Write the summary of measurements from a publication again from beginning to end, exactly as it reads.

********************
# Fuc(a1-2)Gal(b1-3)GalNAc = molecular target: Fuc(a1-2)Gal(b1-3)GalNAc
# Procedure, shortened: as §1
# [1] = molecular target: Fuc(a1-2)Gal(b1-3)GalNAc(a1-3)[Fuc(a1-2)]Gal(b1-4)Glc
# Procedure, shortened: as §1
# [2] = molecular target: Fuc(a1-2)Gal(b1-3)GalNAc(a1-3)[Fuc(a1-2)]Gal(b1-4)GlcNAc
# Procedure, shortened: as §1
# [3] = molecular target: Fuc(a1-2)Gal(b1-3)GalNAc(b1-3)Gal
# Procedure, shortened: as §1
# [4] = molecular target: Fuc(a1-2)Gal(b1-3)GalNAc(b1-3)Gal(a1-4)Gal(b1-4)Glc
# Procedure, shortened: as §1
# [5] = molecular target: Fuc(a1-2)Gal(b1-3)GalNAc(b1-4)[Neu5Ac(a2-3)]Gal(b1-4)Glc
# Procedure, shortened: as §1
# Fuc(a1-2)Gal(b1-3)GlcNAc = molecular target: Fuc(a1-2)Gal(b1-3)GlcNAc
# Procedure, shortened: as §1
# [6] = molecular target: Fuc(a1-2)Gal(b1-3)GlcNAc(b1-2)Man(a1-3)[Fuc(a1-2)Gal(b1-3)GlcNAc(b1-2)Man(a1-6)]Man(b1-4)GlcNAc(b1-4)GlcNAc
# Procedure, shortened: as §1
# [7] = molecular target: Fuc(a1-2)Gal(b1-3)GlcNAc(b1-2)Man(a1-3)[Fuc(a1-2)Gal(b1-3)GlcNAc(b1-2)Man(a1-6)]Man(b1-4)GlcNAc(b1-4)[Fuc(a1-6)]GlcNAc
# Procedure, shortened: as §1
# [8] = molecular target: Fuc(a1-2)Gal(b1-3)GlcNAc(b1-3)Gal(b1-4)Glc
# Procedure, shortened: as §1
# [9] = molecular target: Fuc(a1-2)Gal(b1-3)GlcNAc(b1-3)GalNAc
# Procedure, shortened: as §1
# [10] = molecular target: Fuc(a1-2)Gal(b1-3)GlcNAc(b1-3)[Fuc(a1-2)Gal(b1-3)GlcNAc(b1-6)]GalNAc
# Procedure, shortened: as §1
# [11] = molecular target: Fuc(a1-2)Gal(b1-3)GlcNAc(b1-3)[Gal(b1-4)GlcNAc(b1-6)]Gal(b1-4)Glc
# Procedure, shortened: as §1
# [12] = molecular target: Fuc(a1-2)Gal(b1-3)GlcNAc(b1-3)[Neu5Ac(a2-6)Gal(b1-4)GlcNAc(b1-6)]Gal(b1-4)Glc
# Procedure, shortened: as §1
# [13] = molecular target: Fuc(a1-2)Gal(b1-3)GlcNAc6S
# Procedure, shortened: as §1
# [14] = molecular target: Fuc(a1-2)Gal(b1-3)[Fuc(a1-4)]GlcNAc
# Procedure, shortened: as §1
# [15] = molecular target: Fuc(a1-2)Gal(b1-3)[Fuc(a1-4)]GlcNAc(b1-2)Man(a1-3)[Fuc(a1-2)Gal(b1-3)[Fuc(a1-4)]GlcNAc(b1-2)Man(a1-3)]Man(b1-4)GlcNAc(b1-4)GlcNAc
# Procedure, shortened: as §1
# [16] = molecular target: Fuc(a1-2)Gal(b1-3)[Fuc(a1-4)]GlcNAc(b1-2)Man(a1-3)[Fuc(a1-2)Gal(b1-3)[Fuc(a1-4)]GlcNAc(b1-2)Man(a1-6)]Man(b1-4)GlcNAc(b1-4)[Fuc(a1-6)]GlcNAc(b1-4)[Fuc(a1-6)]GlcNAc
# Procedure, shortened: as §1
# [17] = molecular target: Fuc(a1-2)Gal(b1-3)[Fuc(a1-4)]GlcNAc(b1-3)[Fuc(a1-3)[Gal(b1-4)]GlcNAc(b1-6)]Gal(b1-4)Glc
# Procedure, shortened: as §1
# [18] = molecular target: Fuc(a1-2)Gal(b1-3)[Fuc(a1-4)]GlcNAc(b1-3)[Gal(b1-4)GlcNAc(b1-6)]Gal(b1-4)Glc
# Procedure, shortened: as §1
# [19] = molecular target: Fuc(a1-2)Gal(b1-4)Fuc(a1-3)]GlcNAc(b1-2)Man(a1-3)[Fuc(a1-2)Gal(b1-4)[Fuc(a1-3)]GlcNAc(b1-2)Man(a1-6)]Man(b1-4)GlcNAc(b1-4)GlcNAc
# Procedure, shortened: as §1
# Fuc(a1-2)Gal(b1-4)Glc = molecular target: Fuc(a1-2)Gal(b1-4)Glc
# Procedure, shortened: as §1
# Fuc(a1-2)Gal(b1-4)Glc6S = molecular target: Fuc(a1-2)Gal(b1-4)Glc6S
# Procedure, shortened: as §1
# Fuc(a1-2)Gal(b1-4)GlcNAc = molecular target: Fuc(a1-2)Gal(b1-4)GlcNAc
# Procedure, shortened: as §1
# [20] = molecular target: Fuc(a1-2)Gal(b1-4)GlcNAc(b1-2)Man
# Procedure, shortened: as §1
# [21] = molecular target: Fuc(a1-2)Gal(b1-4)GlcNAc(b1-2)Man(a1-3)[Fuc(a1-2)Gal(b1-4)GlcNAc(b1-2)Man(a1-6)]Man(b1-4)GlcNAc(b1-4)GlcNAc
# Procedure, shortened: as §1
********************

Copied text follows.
# Fuc(a1-2)Gal(b1-3)GalNAc = molecular target: Fuc(a1-2)Gal(b1-3)GalNAc
# Procedure, shortened: as §1
# [1] = molecular target: Fuc(a1-2)Gal(b1-3)GalNAc(a1-3)[Fuc(a1-2)]Gal(b1-4)Glc
# Procedure, shortened: as §1
# [2] = molecular target: Fuc(a1-2)Gal(b1-3)GalNAc(a1-3)[Fuc(a1-2)]Gal(b1-4)GlcNAc
# Procedure, shortened: as §1
# [3] = molecular target: Fuc(a1-2)Gal(b1-3)GalNAc(b1-3)Gal
# Procedure, shortened: as §1
# [4] = molecular target: Fuc(a1-2)Gal(b1-3)GalNAc(b1-3)Gal(a1-4)Gal(b1-4)Glc
# Procedure, shortened: as §1
# [5] = molecular target: Fuc(a1-2)Gal(b1-3)GalNAc(b1-4)[Neu5Ac(a2-3)]Gal(b1-4)Glc
# Procedure, shortened: as §1
# Fuc(a1-2)Gal(b1-3)GlcNAc = molecular target: Fuc(a1-2)Gal(b1-3)GlcNAc
# Procedure, shortened: as §1
# [6] = molecular target: Fuc(a1-2)Gal(b1-3)GlcNAc(b1-2)Man(a1-3)[Fuc(a1-2)Gal(b1-3)GlcNAc(b1-2)Man(a1-6)]Man(b1-4)GlcNAc(b1-4)GlcNAc
# Procedure, shortened: as §1
# [7] = molecular target: Fuc(a1-2)Gal(b1-3)GlcNAc(b1-2)Man(a1-3)[Fuc(a1-2)Gal(b1-3)GlcNAc(b1-2)Man(a1-6)]Man(b1-4)GlcNAc(b1-4)[Fuc(a1-6)]GlcNAc
# Procedure, shortened: as §1
# [8] = molecular target: Fuc(a1-2)Gal(b1-3)GlcNAc(b1-3)Gal(b1-4)Glc
# Procedure, shortened: as §1
# [9] = molecular target: Fuc(a1-2)Gal(b1-3)GlcNAc(b1-3)GalNAc
# Procedure, shortened: as §1
# [10] = molecular target: Fuc(a1-2)Gal(b1-3)GlcNAc(b1-3)[Fuc(a1-2)Gal(b1-3)GlcNAc(b1-6)]GalNAc
# Procedure, shortened: as §1
# [11] = molecular target: Fuc(a1-2)Gal(b1-3)GlcNAc(b1-3)[Gal(b1-4)GlcNAc(b1-6)]Gal(b1-4)Glc
# Procedure, shortened: as §1
# [12] = molecular target: Fuc(a1-2)Gal(b1-3)GlcNAc(b1-3)[Neu5Ac(a2-6)Gal(b1-4)GlcNAc(b1-6)]Gal(b1-4)Glc
# Procedure, shortened: as §1
# [13] = molecular target: Fuc(a1-2)Gal(b1-3)GlcNAc6S
# Procedure, shortened: as §1
# [14] = molecular target: Fuc(a1-2)Gal(b1-3)[Fuc(a1-4)]GlcNAc
# Procedure, shortened: as §1
# [15] = molecular target: Fuc(a1-2)Gal(b1-3)[Fuc(a1-4)]GlcNAc(b1-2)Man(a1-3)[Fuc(a1-2)Gal(b1-3)[Fuc(a1-4)]GlcNAc(b1-2)Man(a1-3)]Man(b1-4)GlcNAc(b1-4)GlcNAc
# Procedure, shortened: as §1
# [16] = molecular target: Fuc(a1-2)Gal(b1-3)[Fuc(a1-4)]GlcNAc(b1-2)Man(a1-3)[Fuc(a1-2)Gal(b1-3)[Fuc(a1-4)]GlcNAc(b1-2)Man(a1-6)]Man(b1-4)GlcNAc(b1-4)[Fuc(a1-6)]GlcNAc(b1-4)[Fuc(a1-6)]GlcNAc
# Procedure, shortened: as §1
# [17] = molecular target: Fuc(a1-2)Gal(b1-3)[Fuc(a1-4)]GlcNAc(b1-3)[Fuc(a1-3)[Gal(b1-4)]GlcNAc(b1-6)]Gal(b1-4)Glc
# Procedure, shortened: as §1
# [18] = molecular target: Fuc(a1-2)Gal(b1-3)[Fuc(a1-4)]GlcNAc(b1-3)[Gal(b1-4)GlcNAc(b1-6)]Gal(b1-4)Glc
# Procedure, shortened: as §1
# [19] = molecular target: Fuc(a1-2)Gal(b1-4)Fuc(a1-3)]GlcNAc(b1-2)Man(a1-3)[Fuc(a1-2)Gal(b1-4)[Fuc(a1-3)]GlcNAc(b1-2)Man(a1-6)]Man(b1-4)GlcNAc(b1-4)GlcNAc
# Procedure, shortened: as §1
# Fuc(a1-2)Gal(b1-4)Glc = molecular target: Fuc(a1-2)Gal(b1-4)Glc
# Procedure, shortened: as §1
# Fuc(a1-2)Gal(b1-4)Glc6S = molecular target: Fuc(a1-2)Gal(b1-4)Glc6S
# Procedure, shortened: as §1
# Fuc(a1-2)Gal(b1-4)GlcNAc = molecular target: Fuc(a1-2)Gal(b1-4)GlcNAc
# Procedure, shortened: as §1
# [20] = molecular target: Fuc(a1-2)Gal(b1-4)GlcNAc(b1-2)Man
# Procedure, shortened: as §1
# [21] = molecular target: Fuc(a1-2)Gal(b1-4)GlcNAc(b1-2)Man(a1-3)[Fuc(a1-2)Gal(b1-4)GlcNAc(b1-2)Man(a1-6)]Man(b1-4)GlcNAc(b1-4)GlcNAc
# Procedure, shortened: as §1